Guest Contributor | Oct 27, 2023 | 0
Dune Tannery contributes to community
Situated 10 kilometres from the B1 road north-east of Kalkrand in the Hardap region, Duineveld is a small settlement area in the Rehoboth district and was rated by the 2011 Census report as one of the poorest constituencies in the Hardap region.
“I am motivated to work because at my age I refuse to just sit around at home and do nothing.
Working keeps the old-age at bay and besides am used to keeping busy and am used to being independent,” she said. According to Lydia, the community respects and looks up to her and she is often complimented for her work especially because of her age.
“Some of my peers are reluctant to work but at least some try to earn a living,” she added. Saying that her colleagues are very supportive of whatever work she does at the tannery.
Lydia is a tannery specialist who previously worked as a cashier at a retail shop in Windhoek before moving to Duineveld. She said that she got the skills to work with skin products from her parents during her childhood, but says that in the olden days, people worked with hands and not with machines like today.
In 2012, Lydia received three weeks training from Nakara to upgrade her skills. She says although her salary is fairly low, it is sufficient enough for her to cope because her husband is also employed and her children are old enough to cater for themselves.
Being the oldest tannery in the southern region, Dune Tannery is one of the most successful projects in the constituency. Lydia is not the only one however to reap benefits of the tannery.
Local community women who are also involved in the production of the materials, weave patch designs on finished materials. They are then paid between 20 to 30 % from the total selling price of the finished material.
The tannery has six other employees and one casual worker.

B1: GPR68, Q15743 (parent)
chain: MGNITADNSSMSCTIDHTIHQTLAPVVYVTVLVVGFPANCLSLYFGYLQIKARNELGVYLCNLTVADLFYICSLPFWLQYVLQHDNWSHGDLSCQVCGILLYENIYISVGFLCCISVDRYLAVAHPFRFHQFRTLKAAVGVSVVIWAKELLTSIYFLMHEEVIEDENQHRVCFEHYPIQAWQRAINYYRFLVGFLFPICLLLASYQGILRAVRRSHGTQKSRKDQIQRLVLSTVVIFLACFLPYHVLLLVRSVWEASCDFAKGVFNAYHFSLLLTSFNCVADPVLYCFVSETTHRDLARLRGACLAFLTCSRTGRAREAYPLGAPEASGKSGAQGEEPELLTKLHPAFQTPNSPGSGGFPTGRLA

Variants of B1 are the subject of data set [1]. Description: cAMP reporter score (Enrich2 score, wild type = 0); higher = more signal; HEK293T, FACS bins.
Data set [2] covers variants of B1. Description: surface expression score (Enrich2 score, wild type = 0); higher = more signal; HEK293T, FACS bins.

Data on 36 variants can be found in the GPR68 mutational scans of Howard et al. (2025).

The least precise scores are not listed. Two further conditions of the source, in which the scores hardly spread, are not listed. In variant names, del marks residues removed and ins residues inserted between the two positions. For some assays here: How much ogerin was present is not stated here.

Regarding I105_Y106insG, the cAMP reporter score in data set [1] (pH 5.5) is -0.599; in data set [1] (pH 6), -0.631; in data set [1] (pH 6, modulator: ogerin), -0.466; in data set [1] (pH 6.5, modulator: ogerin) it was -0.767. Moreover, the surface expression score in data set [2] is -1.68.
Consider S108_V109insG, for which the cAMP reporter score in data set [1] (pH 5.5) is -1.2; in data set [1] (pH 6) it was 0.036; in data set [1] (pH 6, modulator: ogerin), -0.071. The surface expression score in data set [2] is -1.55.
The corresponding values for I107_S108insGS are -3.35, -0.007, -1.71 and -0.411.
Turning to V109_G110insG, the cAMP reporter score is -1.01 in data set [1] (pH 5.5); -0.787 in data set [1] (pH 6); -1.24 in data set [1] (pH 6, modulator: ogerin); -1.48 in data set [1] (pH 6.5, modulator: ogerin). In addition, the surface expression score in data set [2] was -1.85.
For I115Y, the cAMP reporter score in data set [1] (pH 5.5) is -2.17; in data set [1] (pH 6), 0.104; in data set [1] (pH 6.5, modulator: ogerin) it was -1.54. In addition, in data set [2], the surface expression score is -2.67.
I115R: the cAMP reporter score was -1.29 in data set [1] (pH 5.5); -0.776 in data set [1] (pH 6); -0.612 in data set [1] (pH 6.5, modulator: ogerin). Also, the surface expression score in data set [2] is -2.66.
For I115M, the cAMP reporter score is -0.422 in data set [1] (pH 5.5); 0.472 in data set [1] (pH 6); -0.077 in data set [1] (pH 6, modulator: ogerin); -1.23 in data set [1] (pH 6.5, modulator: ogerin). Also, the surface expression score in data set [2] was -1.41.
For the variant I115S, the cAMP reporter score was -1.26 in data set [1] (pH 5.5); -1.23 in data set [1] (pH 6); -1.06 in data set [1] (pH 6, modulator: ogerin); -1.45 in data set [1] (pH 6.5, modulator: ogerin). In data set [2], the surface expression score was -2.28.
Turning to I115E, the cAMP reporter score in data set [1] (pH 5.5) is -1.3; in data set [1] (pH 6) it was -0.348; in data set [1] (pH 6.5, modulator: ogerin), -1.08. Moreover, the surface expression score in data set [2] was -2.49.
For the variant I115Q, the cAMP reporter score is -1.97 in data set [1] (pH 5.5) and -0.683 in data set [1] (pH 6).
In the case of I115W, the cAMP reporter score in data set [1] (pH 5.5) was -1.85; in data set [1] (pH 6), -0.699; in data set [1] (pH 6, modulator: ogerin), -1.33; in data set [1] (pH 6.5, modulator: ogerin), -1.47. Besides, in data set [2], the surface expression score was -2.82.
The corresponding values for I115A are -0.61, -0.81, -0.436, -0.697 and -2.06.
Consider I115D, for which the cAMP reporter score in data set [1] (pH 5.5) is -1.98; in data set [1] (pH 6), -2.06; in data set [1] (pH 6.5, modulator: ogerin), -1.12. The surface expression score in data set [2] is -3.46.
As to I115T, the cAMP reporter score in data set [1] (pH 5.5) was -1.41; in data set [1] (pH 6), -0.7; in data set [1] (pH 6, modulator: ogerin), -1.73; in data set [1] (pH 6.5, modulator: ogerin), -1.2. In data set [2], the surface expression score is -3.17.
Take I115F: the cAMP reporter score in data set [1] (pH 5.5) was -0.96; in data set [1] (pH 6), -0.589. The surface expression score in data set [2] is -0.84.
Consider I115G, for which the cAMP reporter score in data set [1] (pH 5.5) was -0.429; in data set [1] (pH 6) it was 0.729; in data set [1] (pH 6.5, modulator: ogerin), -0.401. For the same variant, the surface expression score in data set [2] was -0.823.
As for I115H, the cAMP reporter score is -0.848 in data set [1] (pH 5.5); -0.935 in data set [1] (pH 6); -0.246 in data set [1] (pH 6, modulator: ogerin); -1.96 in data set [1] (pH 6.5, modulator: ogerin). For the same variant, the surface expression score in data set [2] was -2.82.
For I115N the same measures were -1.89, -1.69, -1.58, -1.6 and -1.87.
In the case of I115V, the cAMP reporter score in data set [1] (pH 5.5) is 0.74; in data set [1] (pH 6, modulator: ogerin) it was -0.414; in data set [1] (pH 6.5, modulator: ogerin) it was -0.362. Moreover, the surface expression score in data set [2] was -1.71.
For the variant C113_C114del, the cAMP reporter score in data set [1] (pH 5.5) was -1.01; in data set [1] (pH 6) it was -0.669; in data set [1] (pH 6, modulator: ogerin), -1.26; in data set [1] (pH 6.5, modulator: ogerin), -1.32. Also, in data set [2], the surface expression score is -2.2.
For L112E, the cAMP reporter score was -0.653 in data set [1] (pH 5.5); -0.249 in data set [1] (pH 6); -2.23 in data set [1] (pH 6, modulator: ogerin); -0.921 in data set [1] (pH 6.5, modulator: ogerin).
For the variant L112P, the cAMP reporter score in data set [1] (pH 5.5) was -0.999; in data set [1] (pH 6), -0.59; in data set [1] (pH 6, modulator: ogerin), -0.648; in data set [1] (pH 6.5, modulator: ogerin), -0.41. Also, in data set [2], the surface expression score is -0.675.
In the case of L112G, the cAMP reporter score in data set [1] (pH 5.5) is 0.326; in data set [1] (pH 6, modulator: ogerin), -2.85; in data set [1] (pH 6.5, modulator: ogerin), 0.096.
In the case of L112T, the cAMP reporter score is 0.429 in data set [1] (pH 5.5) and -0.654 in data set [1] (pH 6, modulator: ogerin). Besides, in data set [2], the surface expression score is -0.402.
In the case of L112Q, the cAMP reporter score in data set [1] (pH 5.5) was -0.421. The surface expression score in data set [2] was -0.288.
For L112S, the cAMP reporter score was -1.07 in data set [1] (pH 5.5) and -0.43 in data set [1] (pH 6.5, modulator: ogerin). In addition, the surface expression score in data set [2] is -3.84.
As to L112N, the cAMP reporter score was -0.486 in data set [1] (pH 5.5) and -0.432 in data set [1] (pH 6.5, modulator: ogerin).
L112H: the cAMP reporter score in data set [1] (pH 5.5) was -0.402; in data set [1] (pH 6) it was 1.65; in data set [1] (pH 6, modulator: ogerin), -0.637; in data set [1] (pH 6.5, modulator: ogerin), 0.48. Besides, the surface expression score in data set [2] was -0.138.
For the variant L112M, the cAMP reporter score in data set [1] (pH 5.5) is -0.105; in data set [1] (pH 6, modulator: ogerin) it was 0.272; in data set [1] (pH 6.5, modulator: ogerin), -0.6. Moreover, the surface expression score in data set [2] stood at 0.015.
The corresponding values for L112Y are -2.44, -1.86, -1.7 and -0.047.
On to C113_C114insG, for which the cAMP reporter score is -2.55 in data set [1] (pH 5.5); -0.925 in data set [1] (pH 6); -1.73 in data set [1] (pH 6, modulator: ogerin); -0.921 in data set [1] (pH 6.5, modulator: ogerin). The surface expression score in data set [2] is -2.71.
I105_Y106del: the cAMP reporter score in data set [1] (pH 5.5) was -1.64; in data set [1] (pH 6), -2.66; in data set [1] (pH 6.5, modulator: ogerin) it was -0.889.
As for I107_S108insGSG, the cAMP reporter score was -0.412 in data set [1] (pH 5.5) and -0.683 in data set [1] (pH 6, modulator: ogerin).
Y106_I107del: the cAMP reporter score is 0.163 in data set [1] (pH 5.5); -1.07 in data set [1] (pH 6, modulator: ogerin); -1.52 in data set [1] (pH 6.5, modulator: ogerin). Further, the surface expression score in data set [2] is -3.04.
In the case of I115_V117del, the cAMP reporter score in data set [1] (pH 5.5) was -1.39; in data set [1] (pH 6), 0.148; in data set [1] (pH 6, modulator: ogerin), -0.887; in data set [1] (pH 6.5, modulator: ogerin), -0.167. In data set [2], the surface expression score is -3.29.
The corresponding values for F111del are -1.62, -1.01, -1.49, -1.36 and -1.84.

The skins used at the tannery include springbok, sheep and goat skins. The tannery’s vision is to empower the community of Duineveld especially children and those living with HIV/AIDS.
According to the Chairperson of the Dune Tannery, Sonia de Klerk, Duineveld is one of the lowest income generating communities. “We want to assist the community through the tannery by assisting families that are impoverished in order to sustain themselves in future,” she said.
The Dune Tannery was established in 1994 but officially started operating in 1996. According to de Klerk, the tannery only had one small milling drum but eventually managed to acquire sponsorship from the Millennium Development Fund in 2008 which sponsored the project with N$200 000.
In 2012, the project received funding of N$1.4 million and expanded its premises with some of the money. Approximately N$ 900,000 from the funding was used to buy a bigger milling drum used to soften the skin as well as a tanning drum to tan the skin. In 2013, the Dune Tannery received another sponsorship of N$ 130,000 worth of raw skins and chemicals from the Ministry of Trade and Industry.
The factory is run by the community but supervised by the Community Development Council. According to Sonya, many of the employees did not attend formal schooling but were given training by line ministries such as the Ministry of Youth, National Service, Sports and Culture.
The employees received training in courses such as Business management and information technology which were facilitated by UNAM lecturers. They also received Governance and leadership training in 2012.
She said although clients are few, they often exhibit their products at trade fairs and at the Craft Centre in Windhoek.
The Dune Tannery products can also be seen displayed alongside the B1 road between Kalkrand and Rehoboth.